Bespoke Bridle – Tracey & Elfie

Bespoke Bridle – Tracey & Elfie

Tracey contacted me recently to ask about my made to measure bridle service for her horse, Elfie. Elfie Elfie is a 16hh coloured cob mare with a HUGE head, which means that an ‘off-the-shelf’ bridle does not fit her correctly unless Tracey buys two different sizes and piece them together to make one bridle that fits. If you’re having the same issue then you too might be better off with a bespoke made-to-measure bridle made by a professionally trained saddler, as it will often cost the same as a designer brand bridle but instead you have a choice in the design and the colours to use. Bespoke Bridle Tracey decided to purchase a bespoke bridle so that she could have everything she wanted in one simple design. Tracey loves the colour orange and wanted her bridle to reflect this so it matched her orange saddle cloth and stirrup irons. Another desire was to have a shaped headpiece, a wider noseband at 2.25”, a v-shaped browband and plaited reins, all in...
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Girth Straps – Shiny Side Up or Shiny Side Down?

Girth Straps – Shiny Side Up or Shiny Side Down?

Back in March, I asked my Social Media followers a question regarding girth straps and which side is the 'right' side. Don't Shoot The Messenger Well, before you all shoot the messenger, what I am about to tell you is what is known as the 'correct' way. Ask your Saddler/Saddle Fitter This doesn't mean that you have to go straight out and have your straps changed. The 'Correct' Way Girth straps should be stitched onto the webbs of your saddle with the dull side up (shiny side facing down). An awful lot of saddles are made with the girth straps the other way round (shiny side up). This is predominantly due to consumer requests. Whilst training for my City and Guilds Saddle Making qualification, I was taught to do everything the correct way. This includes hand-stitching girth straps into saddles with the dull side up as this is the safest and most durable way for them to be done. Customer's Preference Most customers don't like the look of the girth straps...
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The British Leather Industry

The British Leather Industry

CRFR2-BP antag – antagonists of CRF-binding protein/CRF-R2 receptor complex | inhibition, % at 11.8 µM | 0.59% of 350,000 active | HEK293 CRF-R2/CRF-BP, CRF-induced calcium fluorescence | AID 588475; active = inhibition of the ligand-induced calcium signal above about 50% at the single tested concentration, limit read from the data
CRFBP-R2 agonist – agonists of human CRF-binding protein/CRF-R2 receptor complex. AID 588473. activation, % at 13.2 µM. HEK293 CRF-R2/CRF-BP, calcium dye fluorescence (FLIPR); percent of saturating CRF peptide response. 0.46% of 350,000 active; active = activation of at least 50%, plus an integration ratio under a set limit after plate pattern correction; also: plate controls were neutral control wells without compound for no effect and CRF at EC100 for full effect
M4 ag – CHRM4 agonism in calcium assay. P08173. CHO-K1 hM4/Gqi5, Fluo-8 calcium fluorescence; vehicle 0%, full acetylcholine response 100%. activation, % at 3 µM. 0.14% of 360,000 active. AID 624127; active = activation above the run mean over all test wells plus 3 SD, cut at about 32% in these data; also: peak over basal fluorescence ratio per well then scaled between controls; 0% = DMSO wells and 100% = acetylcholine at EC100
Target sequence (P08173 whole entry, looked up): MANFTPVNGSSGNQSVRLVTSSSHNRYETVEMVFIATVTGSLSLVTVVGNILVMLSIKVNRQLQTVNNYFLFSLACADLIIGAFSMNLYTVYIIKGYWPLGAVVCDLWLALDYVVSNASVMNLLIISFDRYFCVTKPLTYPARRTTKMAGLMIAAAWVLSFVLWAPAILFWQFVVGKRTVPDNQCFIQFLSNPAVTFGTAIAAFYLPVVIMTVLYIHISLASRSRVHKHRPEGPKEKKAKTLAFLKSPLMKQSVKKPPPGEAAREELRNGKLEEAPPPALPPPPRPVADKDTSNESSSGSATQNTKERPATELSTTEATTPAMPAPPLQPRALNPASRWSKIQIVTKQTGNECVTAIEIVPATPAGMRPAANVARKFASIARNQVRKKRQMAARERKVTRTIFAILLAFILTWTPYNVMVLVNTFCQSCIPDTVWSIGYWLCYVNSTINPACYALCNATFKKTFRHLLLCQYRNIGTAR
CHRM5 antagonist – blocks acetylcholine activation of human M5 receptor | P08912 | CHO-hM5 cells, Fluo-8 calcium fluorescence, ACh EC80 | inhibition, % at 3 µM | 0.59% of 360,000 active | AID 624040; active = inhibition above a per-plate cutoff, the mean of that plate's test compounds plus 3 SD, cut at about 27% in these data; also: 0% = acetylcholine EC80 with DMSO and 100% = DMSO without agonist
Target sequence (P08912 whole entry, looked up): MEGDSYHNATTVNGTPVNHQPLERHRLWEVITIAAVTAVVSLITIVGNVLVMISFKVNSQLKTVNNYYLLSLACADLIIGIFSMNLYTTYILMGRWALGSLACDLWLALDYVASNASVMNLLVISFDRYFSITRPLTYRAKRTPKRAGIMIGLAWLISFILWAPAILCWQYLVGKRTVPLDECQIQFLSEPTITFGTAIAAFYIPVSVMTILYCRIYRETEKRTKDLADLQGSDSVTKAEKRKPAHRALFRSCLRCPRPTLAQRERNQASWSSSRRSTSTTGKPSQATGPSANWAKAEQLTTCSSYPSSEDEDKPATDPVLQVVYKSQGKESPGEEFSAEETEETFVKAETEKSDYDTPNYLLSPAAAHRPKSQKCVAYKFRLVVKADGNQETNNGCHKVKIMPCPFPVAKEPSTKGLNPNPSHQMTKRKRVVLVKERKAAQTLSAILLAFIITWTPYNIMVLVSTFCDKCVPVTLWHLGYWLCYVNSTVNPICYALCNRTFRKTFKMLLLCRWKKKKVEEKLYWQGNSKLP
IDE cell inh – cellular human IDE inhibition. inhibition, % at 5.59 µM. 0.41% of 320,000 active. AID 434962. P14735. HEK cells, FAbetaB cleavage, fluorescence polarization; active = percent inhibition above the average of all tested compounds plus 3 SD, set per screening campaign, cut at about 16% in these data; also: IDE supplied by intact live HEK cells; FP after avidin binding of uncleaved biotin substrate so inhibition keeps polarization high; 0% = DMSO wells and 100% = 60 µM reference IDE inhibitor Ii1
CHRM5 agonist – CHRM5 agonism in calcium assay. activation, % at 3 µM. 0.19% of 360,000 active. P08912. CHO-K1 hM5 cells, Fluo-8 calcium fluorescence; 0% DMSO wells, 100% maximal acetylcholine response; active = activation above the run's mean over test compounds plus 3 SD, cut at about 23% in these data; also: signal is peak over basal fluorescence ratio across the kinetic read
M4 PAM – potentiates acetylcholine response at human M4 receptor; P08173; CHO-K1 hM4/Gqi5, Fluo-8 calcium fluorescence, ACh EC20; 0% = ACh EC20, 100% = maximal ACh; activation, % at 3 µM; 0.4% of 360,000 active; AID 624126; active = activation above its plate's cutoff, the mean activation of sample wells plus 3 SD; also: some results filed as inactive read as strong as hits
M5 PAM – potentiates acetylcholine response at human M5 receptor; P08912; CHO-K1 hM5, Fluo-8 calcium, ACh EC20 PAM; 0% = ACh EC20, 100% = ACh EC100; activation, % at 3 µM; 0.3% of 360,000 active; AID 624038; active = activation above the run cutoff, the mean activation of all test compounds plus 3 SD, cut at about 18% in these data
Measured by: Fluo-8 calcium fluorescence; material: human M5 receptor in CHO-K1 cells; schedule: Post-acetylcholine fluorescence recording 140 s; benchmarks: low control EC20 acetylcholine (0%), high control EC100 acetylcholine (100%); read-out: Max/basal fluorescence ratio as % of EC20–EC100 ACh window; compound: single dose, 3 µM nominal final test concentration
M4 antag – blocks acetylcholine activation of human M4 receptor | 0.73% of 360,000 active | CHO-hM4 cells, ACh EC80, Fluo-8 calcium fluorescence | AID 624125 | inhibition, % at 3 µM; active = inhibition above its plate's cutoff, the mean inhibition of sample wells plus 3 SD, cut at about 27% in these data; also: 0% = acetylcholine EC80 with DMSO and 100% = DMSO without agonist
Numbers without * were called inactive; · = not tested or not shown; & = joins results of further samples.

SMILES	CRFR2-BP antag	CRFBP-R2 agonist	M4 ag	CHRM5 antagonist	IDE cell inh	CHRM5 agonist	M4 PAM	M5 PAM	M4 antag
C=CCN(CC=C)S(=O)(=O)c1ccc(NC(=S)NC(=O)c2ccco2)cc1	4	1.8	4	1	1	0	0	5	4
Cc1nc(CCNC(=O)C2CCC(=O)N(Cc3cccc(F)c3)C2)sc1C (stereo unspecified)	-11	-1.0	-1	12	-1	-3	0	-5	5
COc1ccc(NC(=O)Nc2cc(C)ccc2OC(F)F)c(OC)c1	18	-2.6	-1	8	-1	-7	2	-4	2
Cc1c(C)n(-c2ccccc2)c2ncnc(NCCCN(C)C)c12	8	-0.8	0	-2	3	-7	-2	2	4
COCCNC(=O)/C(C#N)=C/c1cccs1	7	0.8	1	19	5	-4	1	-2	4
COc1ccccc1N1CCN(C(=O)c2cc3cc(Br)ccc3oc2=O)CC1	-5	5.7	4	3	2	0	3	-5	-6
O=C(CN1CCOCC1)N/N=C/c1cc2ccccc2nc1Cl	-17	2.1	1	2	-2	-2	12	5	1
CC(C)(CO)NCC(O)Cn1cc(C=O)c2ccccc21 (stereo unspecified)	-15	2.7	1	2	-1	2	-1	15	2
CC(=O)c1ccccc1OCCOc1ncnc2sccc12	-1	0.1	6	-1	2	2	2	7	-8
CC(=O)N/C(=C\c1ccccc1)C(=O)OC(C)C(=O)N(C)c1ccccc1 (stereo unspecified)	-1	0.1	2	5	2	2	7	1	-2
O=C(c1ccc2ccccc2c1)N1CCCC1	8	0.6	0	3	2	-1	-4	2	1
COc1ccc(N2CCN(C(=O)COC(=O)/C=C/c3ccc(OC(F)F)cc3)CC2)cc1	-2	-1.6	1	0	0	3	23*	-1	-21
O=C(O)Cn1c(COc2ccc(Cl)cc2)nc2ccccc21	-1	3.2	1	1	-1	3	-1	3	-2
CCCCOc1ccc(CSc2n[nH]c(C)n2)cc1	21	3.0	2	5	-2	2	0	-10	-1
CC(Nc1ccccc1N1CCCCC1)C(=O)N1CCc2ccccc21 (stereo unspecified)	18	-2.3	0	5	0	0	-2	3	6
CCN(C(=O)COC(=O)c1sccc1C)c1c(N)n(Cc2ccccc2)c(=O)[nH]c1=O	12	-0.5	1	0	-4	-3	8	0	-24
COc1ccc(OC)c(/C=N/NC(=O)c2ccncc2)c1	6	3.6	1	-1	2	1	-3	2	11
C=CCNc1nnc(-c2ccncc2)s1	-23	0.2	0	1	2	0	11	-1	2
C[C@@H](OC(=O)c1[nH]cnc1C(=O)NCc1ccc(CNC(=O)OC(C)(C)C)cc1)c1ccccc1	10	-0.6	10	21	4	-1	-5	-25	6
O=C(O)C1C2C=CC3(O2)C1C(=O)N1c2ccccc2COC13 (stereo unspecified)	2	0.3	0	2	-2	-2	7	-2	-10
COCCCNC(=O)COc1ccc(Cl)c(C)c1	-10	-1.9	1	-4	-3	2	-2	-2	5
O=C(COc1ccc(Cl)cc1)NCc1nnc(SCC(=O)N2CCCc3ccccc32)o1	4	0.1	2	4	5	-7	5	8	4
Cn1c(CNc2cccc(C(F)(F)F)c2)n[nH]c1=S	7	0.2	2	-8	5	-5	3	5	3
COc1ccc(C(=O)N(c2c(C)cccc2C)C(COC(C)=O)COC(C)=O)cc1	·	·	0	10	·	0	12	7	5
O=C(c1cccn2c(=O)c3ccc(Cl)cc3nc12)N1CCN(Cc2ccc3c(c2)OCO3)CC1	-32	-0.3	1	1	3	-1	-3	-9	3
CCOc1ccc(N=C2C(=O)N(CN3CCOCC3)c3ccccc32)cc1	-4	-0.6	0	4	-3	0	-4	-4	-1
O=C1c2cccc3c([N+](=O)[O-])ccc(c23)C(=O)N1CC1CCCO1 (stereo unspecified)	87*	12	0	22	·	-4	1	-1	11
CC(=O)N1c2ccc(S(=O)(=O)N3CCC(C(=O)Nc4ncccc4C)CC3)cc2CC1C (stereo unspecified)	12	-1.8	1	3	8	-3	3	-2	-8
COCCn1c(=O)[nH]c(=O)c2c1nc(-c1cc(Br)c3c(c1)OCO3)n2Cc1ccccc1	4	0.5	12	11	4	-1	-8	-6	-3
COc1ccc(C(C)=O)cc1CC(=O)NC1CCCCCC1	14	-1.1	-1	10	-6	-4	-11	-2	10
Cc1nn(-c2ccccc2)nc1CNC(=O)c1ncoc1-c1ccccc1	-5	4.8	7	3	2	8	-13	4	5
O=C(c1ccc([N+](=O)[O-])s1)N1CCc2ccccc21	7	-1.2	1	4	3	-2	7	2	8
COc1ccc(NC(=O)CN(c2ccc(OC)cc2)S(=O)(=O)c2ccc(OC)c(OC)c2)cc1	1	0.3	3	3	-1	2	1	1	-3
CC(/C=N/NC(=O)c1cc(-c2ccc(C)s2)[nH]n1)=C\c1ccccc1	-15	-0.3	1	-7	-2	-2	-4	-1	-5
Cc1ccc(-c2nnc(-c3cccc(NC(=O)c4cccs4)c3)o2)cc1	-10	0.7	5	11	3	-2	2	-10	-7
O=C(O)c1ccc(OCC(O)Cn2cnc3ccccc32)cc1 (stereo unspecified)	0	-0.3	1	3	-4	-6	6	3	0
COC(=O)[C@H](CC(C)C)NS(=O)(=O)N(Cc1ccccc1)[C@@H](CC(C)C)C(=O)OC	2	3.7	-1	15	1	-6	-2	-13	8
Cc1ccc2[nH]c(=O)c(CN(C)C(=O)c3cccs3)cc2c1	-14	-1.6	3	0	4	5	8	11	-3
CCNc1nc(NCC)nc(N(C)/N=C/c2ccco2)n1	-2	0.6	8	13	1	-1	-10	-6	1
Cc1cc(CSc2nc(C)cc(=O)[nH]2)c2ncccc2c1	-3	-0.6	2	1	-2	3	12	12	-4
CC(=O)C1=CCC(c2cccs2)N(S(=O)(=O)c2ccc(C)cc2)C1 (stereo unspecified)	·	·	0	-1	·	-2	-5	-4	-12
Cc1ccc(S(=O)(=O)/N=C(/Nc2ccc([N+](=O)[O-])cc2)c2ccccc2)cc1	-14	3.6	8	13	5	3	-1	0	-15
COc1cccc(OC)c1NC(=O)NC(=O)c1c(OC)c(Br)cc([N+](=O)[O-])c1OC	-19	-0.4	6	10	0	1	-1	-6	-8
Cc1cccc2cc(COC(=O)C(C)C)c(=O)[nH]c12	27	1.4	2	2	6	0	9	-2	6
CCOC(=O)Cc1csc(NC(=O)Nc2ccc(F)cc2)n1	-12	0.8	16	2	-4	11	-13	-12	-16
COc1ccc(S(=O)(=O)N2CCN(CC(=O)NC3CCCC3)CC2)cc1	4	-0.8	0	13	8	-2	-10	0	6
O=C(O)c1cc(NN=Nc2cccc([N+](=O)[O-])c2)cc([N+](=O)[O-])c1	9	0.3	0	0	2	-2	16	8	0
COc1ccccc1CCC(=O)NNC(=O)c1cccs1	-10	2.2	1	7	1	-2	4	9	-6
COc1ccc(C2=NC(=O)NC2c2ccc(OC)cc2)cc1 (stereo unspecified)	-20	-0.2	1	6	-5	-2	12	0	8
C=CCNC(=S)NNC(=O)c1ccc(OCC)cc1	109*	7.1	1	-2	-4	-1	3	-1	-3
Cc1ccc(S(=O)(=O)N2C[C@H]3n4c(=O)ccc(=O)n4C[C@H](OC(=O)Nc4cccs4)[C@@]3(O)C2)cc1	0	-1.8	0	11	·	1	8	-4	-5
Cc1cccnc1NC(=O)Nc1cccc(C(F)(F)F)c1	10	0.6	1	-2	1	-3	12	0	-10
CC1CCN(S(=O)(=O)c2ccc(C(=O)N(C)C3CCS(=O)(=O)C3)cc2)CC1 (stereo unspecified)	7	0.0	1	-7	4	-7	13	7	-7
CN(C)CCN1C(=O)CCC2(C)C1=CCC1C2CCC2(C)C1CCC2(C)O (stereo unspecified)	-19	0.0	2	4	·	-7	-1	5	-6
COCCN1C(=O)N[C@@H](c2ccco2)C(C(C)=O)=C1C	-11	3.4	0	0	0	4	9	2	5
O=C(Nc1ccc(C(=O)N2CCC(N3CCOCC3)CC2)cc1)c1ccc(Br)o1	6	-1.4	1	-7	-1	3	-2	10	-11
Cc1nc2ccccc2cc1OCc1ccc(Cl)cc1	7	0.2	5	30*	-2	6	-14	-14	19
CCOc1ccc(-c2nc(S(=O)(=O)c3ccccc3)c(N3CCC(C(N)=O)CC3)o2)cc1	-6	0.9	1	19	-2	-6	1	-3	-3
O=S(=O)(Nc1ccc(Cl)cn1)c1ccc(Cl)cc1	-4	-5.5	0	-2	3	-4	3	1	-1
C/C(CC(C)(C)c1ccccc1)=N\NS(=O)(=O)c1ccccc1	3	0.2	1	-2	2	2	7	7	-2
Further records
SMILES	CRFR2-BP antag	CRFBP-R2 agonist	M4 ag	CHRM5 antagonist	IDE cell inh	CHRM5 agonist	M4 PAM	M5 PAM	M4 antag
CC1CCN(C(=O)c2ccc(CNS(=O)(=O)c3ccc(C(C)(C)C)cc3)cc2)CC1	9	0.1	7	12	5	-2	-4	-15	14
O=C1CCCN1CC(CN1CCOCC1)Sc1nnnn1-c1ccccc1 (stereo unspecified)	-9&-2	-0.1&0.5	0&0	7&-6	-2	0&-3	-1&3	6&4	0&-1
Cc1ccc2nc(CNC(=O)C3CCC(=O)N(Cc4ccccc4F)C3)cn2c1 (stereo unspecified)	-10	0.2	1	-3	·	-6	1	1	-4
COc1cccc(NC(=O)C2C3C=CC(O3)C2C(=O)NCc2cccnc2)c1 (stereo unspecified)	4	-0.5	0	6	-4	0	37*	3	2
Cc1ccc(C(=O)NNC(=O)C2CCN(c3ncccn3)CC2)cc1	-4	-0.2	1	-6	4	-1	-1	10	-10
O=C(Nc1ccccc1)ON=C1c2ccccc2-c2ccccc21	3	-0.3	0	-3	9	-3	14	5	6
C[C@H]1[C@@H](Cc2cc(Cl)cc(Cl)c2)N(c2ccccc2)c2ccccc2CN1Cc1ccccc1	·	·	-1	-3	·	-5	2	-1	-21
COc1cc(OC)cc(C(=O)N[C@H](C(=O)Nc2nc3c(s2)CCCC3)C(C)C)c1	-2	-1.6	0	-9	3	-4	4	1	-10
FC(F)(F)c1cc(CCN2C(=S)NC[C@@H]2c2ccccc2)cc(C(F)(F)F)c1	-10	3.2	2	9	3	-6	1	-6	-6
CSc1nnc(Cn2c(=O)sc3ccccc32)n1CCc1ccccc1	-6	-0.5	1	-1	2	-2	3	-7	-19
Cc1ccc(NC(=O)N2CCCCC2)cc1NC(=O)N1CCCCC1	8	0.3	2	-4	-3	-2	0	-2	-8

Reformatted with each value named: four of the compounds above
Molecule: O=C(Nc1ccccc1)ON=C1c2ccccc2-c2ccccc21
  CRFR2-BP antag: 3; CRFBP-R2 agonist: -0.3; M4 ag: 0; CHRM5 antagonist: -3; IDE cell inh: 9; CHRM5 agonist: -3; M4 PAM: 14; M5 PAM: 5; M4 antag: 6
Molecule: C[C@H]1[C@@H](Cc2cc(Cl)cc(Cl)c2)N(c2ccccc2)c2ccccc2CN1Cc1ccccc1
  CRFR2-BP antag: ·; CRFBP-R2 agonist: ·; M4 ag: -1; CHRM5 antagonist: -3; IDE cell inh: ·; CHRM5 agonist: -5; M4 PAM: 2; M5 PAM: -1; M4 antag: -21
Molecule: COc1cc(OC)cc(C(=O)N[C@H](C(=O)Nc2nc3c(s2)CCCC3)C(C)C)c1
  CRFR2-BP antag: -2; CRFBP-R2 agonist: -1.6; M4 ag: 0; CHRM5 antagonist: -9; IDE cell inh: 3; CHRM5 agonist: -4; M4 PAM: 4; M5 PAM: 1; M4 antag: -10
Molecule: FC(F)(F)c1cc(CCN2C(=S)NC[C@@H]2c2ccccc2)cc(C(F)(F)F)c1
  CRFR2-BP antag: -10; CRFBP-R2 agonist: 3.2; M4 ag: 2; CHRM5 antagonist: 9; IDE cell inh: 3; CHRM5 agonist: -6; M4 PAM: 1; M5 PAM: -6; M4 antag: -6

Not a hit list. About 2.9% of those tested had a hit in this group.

The British Leather Industry became a global importance around the late 19th Century. Walsall, a town located in the West Midlands, became known as the centre of the British leather industry, producing and exporting saddles, bridles and harness. Why Walsall? It is unclear as to why Walsall became the centre for the British leather industry. Maybe it was due to the town already having an established Lorinery or Saddlers Ironmongery industry. What is Lorinery or Saddlers Ironmongery? Lorinery or Saddlers Ironmongery are specialist blacksmiths who produce horse-related metalwork such as stirrups, bits, buckles, spurs and saddle trees. In the 1830s it was a local Loriner ‘Thomas Newton’ who claimed to produce the towns first ready-made riding saddle. The Introduction of the Sewing Machine Around 1860 the sewing machine was introduced, which sped up the production of some leather items, particularly harness traces. By 1861 there were 60 known companies in Walsall making bridles, saddles and harness, as well as 15 Tanneries and Currying works that actually produced the leather. Export...
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Bridles – Do You Know The Different Types?

Bridles – Do You Know The Different Types?

When I Was Young When I was young and attended the local riding school, the only type of bridle I was familiar with was the snaffle bridle. A traditional sort of bridle made from black or brown leather with a single bit, usually a snaffle bit, hence the bridle's name. Some bridles had brass clincher browbands and others had a decorative stitch but that was the fanciest it got. Some ponies wore cavesson nosebands and some wore nothing at all. As the years passed and I progressed from riding school ponies to loan ponies, I learned about the different bridles as well as the various bits of equipment to go with them. Another 20 years later and bridles have further adapted in so many ways. Advanced Research Thanks to advanced research and owners becoming more aware of their own horses, we now have anatomical headpieces, rolled leather, bitless options and a huge array of different bits that is enough to blow anyone's mind. So, if you are a...
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